July 31, 2013


Mitch Daniels's Gift to Academic Freedom : His skepticism about the merits of a sacrosanct liberal history textbook has sparked an overdue debate. (BENNO SCHMIDT, 7/30/13, WSJ)

Mr. Daniels falls squarely among the critics. Zinn's history, the then-governor wrote in February 2010, "is a truly execrable, anti-factual piece of disinformation that misstates American history on every page." Then Mr. Daniels asked: "Can someone assure me that it is not in use anywhere in Indiana? If it is, how do we get rid of it before any more young people are force-fed a totally false version of our history?"

Did Mr. Daniels--the future university president--violate academic freedom with his outburst? A July 22 open letter signed by 90 Purdue professors suggested as much, saying the teachers were "troubled" by his actions, in particular by his continuing to criticize Zinn's book after taking over at the university. Demanding retaliatory funding cuts or preventing college faculty from teaching or publishing certain ideas would have amounted to such a violation. It appears Mr. Daniels, either as governor or as Purdue president, did none of these. In his emails, he aired his unhappiness with Zinn's account of American history, but there is currently no evidence that anything was done by him or his staff to act upon his heated remarks. [...]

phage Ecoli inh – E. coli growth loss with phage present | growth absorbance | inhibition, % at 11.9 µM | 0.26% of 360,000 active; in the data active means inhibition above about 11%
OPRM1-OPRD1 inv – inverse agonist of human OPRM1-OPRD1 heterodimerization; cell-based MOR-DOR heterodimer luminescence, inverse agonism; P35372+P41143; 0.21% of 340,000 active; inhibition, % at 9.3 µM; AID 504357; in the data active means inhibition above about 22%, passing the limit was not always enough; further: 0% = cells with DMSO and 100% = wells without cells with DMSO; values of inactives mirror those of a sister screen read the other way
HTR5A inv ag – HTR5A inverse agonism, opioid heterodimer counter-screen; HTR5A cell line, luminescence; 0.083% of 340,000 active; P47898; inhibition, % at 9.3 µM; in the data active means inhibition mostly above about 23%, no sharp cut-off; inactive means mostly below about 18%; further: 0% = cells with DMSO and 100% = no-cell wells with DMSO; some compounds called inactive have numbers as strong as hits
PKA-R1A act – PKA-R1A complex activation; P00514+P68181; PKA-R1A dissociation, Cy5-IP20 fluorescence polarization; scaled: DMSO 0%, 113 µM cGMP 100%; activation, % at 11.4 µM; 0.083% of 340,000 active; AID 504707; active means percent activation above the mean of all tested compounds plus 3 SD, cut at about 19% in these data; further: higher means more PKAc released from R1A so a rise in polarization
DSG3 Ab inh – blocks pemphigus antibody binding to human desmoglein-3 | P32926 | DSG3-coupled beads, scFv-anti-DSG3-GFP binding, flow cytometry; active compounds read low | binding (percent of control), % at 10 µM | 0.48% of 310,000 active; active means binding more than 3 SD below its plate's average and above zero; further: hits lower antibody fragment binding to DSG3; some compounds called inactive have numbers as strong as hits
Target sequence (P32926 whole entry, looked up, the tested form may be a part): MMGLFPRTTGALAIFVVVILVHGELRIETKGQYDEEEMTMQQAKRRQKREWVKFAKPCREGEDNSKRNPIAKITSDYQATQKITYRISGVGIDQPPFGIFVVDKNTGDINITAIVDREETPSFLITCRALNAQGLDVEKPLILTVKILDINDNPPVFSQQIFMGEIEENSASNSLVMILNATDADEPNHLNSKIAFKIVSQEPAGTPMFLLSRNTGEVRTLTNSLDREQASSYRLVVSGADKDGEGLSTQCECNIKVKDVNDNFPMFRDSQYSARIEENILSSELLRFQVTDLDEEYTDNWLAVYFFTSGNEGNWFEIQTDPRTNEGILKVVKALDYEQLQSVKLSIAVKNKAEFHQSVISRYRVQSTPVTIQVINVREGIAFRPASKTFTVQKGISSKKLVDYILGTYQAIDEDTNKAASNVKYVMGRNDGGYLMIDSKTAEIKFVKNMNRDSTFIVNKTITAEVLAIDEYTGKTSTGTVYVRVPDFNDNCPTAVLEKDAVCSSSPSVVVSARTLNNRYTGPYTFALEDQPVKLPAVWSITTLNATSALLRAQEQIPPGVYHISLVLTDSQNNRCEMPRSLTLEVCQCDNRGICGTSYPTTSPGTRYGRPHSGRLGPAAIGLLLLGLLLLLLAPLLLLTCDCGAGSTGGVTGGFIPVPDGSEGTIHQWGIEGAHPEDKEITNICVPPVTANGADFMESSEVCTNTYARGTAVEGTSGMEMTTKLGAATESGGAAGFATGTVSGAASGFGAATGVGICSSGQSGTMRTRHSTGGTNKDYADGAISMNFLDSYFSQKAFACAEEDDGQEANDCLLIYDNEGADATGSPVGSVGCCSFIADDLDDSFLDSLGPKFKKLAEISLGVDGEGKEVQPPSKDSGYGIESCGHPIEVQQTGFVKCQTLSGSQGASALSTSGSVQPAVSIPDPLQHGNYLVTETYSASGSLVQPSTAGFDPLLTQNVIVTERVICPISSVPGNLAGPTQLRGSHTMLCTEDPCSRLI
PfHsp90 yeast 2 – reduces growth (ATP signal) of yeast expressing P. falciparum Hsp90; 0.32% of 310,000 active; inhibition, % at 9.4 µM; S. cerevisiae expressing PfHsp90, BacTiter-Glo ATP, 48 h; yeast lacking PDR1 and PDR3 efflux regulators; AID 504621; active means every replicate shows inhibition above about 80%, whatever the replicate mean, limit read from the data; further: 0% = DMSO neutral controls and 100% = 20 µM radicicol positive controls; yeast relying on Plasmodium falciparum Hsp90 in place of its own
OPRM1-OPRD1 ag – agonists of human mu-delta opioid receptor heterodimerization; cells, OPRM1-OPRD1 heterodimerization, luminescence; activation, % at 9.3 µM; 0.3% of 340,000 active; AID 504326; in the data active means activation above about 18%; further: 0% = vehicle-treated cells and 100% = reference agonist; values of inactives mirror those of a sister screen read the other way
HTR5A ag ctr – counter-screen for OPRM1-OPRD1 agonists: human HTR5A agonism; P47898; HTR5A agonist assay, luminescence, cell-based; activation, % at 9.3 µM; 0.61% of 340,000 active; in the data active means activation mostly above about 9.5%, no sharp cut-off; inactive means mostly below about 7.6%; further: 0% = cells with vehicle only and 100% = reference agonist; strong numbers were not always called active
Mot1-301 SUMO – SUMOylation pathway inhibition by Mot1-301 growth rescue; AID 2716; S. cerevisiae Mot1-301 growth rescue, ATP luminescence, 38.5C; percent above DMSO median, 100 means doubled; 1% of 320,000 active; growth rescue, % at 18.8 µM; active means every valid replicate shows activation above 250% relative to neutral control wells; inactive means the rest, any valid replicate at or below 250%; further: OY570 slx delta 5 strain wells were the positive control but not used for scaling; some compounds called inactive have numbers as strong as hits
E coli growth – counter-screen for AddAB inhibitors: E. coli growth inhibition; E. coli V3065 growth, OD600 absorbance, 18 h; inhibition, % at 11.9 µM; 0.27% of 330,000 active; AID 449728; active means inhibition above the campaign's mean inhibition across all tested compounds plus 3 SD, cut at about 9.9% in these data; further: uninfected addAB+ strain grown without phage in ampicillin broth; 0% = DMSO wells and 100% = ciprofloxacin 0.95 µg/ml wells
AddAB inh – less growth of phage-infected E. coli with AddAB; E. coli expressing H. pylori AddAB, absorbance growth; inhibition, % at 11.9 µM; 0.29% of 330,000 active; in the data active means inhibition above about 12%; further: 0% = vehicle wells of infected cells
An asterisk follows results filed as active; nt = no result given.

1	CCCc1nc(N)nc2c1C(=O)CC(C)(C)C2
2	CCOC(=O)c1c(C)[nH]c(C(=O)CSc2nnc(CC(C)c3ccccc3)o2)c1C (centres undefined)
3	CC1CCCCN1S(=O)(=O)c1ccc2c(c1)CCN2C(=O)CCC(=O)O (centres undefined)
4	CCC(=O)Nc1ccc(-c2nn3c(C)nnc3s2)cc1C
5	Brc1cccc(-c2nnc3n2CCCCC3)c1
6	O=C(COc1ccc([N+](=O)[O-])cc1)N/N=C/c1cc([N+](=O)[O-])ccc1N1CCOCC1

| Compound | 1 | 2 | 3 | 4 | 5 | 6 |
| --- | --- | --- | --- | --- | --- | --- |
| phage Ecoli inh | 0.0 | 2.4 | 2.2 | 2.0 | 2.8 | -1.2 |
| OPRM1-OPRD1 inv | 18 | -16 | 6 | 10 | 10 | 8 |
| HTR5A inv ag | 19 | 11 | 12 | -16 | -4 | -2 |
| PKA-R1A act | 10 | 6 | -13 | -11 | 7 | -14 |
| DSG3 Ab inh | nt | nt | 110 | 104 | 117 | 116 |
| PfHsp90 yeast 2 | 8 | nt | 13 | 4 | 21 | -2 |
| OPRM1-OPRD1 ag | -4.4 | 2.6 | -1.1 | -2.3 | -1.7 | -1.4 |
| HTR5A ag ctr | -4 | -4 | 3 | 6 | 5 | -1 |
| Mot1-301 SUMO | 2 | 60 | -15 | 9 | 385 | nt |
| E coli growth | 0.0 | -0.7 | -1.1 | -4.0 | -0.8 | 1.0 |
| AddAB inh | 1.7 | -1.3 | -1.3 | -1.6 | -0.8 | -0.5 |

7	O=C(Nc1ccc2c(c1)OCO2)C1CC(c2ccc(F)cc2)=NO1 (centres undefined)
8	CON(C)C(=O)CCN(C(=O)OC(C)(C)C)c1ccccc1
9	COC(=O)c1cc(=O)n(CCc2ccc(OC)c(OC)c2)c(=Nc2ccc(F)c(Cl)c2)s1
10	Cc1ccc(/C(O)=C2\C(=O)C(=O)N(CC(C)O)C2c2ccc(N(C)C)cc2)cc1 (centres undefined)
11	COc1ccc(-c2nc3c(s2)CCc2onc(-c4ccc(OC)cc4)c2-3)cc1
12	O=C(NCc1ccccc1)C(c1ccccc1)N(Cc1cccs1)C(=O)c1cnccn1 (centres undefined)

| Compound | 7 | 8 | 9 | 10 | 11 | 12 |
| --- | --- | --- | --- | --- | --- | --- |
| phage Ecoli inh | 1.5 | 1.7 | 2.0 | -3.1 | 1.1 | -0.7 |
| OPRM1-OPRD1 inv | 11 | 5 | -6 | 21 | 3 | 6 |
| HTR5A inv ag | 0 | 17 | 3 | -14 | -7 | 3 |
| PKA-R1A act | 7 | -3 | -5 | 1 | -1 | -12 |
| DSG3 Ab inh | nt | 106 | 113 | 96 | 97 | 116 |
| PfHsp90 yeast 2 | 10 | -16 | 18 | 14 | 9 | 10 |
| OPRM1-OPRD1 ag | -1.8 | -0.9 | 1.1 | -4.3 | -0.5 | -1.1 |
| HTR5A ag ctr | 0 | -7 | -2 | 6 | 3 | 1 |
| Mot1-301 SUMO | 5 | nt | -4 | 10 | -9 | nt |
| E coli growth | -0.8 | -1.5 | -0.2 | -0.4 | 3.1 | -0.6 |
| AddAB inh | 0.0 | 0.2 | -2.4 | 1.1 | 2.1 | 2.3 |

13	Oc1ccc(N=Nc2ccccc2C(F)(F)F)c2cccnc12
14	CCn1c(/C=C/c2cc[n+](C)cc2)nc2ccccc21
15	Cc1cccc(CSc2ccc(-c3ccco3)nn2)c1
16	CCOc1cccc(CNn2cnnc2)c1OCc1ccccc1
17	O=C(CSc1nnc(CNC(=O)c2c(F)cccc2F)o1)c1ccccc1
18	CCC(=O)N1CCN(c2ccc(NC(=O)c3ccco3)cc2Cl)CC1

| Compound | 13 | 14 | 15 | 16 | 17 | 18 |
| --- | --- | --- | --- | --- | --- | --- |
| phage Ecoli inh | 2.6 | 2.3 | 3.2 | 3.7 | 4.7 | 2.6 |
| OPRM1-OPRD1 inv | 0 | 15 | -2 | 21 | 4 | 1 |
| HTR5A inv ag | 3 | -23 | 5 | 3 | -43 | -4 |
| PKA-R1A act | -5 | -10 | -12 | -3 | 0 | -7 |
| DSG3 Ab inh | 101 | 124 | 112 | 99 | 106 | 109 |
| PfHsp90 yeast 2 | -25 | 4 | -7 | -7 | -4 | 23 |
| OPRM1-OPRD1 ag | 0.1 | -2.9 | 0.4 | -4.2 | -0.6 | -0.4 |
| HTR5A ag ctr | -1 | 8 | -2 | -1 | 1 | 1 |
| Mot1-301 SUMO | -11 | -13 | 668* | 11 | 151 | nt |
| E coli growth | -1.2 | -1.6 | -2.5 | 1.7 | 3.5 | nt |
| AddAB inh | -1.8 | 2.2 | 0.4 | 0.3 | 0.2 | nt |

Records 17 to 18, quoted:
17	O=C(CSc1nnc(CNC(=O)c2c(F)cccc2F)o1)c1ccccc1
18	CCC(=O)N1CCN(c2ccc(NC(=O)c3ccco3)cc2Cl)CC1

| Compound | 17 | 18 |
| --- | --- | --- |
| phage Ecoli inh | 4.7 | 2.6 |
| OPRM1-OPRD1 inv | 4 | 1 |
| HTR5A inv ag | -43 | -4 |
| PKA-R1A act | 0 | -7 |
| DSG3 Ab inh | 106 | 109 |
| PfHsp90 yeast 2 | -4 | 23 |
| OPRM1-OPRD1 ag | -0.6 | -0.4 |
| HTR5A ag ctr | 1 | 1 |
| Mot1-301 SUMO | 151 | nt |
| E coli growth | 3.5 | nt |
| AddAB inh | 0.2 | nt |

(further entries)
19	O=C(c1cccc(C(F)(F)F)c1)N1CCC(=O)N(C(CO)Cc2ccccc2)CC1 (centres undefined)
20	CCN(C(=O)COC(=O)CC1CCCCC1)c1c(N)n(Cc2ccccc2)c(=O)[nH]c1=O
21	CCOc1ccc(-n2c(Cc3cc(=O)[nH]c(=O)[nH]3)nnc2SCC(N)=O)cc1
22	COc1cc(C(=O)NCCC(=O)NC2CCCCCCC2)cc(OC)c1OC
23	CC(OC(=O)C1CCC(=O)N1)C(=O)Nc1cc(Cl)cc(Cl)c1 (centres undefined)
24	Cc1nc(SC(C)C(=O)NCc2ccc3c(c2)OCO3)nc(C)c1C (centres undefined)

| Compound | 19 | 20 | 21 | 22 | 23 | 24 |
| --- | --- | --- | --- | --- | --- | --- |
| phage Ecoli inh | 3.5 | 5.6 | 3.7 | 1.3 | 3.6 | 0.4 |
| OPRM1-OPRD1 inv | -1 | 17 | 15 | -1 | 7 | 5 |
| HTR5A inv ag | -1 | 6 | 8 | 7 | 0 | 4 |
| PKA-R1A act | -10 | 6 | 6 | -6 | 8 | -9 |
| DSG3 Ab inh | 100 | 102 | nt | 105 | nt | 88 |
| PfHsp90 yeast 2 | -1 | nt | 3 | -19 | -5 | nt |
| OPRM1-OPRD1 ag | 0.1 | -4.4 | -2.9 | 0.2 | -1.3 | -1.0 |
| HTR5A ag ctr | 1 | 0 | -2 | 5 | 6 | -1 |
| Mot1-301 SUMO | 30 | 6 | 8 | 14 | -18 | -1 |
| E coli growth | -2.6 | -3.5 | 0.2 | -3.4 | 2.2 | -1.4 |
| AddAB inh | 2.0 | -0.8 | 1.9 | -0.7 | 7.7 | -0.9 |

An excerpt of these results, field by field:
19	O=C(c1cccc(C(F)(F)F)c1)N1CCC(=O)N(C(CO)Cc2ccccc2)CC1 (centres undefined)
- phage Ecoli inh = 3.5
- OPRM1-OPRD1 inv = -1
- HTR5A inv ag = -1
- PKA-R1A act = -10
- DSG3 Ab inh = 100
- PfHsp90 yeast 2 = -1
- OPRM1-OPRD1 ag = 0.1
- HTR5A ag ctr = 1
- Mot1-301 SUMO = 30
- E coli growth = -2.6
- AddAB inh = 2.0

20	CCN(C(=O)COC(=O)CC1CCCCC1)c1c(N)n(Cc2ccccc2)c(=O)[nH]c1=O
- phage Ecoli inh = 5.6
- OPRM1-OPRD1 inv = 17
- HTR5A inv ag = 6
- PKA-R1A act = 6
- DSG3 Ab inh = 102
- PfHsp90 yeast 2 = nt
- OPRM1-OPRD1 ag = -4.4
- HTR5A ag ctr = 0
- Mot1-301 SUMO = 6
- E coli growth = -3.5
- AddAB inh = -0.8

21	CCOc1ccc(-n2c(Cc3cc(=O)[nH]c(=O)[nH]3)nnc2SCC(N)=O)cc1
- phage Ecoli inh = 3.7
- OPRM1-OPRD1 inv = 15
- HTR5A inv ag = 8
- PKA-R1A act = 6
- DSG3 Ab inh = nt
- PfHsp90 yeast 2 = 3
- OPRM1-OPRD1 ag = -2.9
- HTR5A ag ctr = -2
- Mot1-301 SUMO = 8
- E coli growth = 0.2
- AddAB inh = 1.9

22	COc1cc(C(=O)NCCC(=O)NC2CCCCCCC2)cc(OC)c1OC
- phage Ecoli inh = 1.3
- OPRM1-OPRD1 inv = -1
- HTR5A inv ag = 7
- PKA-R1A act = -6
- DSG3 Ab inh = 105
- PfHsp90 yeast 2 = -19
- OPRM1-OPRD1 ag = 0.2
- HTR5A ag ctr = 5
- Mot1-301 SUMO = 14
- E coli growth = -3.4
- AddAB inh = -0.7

Inquiries of this sort about teaching materials are not unusual in the life of a university president. Presidents take such inquiries seriously and follow up to make sure that the curriculum and materials are of the highest quality. Public scrutiny helps institutions fulfill their mission. It rightly keeps institutions on their toes.

Academic freedom is faculty's freedom to teach. But, more important, it is also students' freedom to learn. It is, as University of Wisconsin Prof. Donald Downs writes in the American Council of Trustees and Alumni guidebook, "Free to Teach, Free to Learn": "the right to pursue the truth in scholarship and teaching, and to enjoy authority regarding such academic matters as the nature of the curriculum, [and] faculty governance." At the same time, it is "maintaining respect for the truth (which means avoiding bias in its various forms), exercising professional and fair judgment, and maintaining professional competence."

In other words: Academic freedom is a right and a responsibility. In recent times, the academy has too often been focused on rights and privileges rather than responsibility and accountability.

Posted by at July 31, 2013 5:10 AM

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